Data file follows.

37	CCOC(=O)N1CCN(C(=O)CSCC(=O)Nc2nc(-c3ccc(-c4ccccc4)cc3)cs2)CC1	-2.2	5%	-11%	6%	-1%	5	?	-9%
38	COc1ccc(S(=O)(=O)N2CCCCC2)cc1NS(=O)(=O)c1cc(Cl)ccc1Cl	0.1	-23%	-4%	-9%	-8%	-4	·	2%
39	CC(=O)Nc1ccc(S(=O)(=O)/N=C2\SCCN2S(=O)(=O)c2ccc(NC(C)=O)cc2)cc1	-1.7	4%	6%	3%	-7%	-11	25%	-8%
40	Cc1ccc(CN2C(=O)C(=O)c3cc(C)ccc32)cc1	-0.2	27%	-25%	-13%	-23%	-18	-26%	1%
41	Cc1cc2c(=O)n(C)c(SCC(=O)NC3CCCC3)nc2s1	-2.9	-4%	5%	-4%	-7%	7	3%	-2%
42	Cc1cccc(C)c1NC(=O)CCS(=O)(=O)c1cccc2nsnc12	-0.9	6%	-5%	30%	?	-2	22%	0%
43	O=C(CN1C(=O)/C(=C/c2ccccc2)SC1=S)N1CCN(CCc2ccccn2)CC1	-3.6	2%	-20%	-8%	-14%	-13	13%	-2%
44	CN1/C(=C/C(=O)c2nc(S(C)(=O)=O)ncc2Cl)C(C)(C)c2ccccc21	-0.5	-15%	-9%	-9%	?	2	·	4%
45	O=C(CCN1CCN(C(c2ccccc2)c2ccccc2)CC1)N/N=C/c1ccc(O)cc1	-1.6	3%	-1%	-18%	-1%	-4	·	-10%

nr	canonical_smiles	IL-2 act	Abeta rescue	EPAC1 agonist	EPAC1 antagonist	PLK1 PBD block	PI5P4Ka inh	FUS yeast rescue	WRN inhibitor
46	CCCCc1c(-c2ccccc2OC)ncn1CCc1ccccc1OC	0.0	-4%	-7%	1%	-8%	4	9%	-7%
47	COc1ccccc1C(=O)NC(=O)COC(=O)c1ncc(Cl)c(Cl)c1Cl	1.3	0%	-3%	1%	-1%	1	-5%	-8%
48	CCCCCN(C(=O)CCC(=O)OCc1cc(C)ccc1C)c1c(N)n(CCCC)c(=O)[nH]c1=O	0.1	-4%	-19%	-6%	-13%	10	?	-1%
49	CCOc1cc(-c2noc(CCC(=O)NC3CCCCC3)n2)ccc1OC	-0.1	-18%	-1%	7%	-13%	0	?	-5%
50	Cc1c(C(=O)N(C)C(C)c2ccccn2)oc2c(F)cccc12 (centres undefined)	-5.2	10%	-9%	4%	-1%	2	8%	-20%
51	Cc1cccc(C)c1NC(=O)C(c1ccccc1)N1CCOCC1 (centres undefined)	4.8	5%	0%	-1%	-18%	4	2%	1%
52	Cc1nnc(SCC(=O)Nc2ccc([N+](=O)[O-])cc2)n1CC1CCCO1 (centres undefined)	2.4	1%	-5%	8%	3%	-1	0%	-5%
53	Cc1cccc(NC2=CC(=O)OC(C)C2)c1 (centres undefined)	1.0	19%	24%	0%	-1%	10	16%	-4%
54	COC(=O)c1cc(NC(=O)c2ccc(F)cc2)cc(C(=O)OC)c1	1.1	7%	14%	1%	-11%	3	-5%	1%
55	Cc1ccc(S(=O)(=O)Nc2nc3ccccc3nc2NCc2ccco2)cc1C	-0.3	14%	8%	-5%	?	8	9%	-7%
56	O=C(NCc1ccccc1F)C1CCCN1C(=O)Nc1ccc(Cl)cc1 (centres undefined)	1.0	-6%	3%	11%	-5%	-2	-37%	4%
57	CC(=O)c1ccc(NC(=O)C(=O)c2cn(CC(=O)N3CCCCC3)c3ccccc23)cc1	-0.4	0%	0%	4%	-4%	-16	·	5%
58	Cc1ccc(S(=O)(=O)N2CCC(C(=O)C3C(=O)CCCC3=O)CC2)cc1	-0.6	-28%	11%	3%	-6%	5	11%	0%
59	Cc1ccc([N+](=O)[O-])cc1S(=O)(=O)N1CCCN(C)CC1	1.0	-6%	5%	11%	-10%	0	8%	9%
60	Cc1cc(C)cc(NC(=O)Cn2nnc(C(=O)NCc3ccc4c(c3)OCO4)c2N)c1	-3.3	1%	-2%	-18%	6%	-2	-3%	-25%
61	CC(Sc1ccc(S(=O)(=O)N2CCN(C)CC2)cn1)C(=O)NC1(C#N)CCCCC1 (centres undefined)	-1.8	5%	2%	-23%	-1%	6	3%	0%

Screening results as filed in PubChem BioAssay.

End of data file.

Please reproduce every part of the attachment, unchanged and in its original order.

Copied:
37	CCOC(=O)N1CCN(C(=O)CSCC(=O)Nc2nc(-c3ccc(-c4ccccc4)cc3)cs2)CC1	-2.2	5%	-11%	6%	-1%	5	?	-9%
38	COc1ccc(S(=O)(=O)N2CCCCC2)cc1NS(=O)(=O)c1cc(Cl)ccc1Cl	0.1	-23%	-4%	-9%	-8%	-4	·	2%
39	CC(=O)Nc1ccc(S(=O)(=O)/N=C2\SCCN2S(=O)(=O)c2ccc(NC(C)=O)cc2)cc1	-1.7	4%	6%	3%	-7%	-11	25%	-8%
40	Cc1ccc(CN2C(=O)C(=O)c3cc(C)ccc32)cc1	-0.2	27%	-25%	-13%	-23%	-18	-26%	1%
41	Cc1cc2c(=O)n(C)c(SCC(=O)NC3CCCC3)nc2s1	-2.9	-4%	5%	-4%	-7%	7	3%	-2%
42	Cc1cccc(C)c1NC(=O)CCS(=O)(=O)c1cccc2nsnc12	-0.9	6%	-5%	30%	?	-2	22%	0%
43	O=C(CN1C(=O)/C(=C/c2ccccc2)SC1=S)N1CCN(CCc2ccccn2)CC1	-3.6	2%	-20%	-8%	-14%	-13	13%	-2%
44	CN1/C(=C/C(=O)c2nc(S(C)(=O)=O)ncc2Cl)C(C)(C)c2ccccc21	-0.5	-15%	-9%	-9%	?	2	·	4%
45	O=C(CCN1CCN(C(c2ccccc2)c2ccccc2)CC1)N/N=C/c1ccc(O)cc1	-1.6	3%	-1%	-18%	-1%	-4	·	-10%

nr	canonical_smiles	IL-2 act	Abeta rescue	EPAC1 agonist	EPAC1 antagonist	PLK1 PBD block	PI5P4Ka inh	FUS yeast rescue	WRN inhibitor
46	CCCCc1c(-c2ccccc2OC)ncn1CCc1ccccc1OC	0.0	-4%	-7%	1%	-8%	4	9%	-7%
47	COc1ccccc1C(=O)NC(=O)COC(=O)c1ncc(Cl)c(Cl)c1Cl	1.3	0%	-3%	1%	-1%	1	-5%	-8%
48	CCCCCN(C(=O)CCC(=O)OCc1cc(C)ccc1C)c1c(N)n(CCCC)c(=O)[nH]c1=O	0.1	-4%	-19%	-6%	-13%	10	?	-1%
49	CCOc1cc(-c2noc(CCC(=O)NC3CCCCC3)n2)ccc1OC	-0.1	-18%	-1%	7%	-13%	0	?	-5%
50	Cc1c(C(=O)N(C)C(C)c2ccccn2)oc2c(F)cccc12 (centres undefined)	-5.2	10%	-9%	4%	-1%	2	8%	-20%
51	Cc1cccc(C)c1NC(=O)C(c1ccccc1)N1CCOCC1 (centres undefined)	4.8	5%	0%	-1%	-18%	4	2%	1%
52	Cc1nnc(SCC(=O)Nc2ccc([N+](=O)[O-])cc2)n1CC1CCCO1 (centres undefined)	2.4	1%	-5%	8%	3%	-1	0%	-5%
53	Cc1cccc(NC2=CC(=O)OC(C)C2)c1 (centres undefined)	1.0	19%	24%	0%	-1%	10	16%	-4%
54	COC(=O)c1cc(NC(=O)c2ccc(F)cc2)cc(C(=O)OC)c1	1.1	7%	14%	1%	-11%	3	-5%	1%
55	Cc1ccc(S(=O)(=O)Nc2nc3ccccc3nc2NCc2ccco2)cc1C	-0.3	14%	8%	-5%	?	8	9%	-7%
56	O=C(NCc1ccccc1F)C1CCCN1C(=O)Nc1ccc(Cl)cc1 (centres undefined)	1.0	-6%	3%	11%	-5%	-2	-37%	4%
57	CC(=O)c1ccc(NC(=O)C(=O)c2cn(CC(=O)N3CCCCC3)c3ccccc23)cc1	-0.4	0%	0%	4%	-4%	-16	·	5%
58	Cc1ccc(S(=O)(=O)N2CCC(C(=O)C3C(=O)CCCC3=O)CC2)cc1	-0.6	-28%	11%	3%	-6%	5	11%	0%
59	Cc1ccc([N+](=O)[O-])cc1S(=O)(=O)N1CCCN(C)CC1	1.0	-6%	5%	11%	-10%	0	8%	9%
60	Cc1cc(C)cc(NC(=O)Cn2nnc(C(=O)NCc3ccc4c(c3)OCO4)c2N)c1	-3.3	1%	-2%	-18%	6%	-2	-3%	-25%
61	CC(Sc1ccc(S(=O)(=O)N2CCN(C)CC2)cn1)C(=O)NC1(C#N)CCCCC1 (centres undefined)	-1.8	5%	2%	-23%	-1%	6	3%	0%

Screening results as filed in PubChem BioAssay.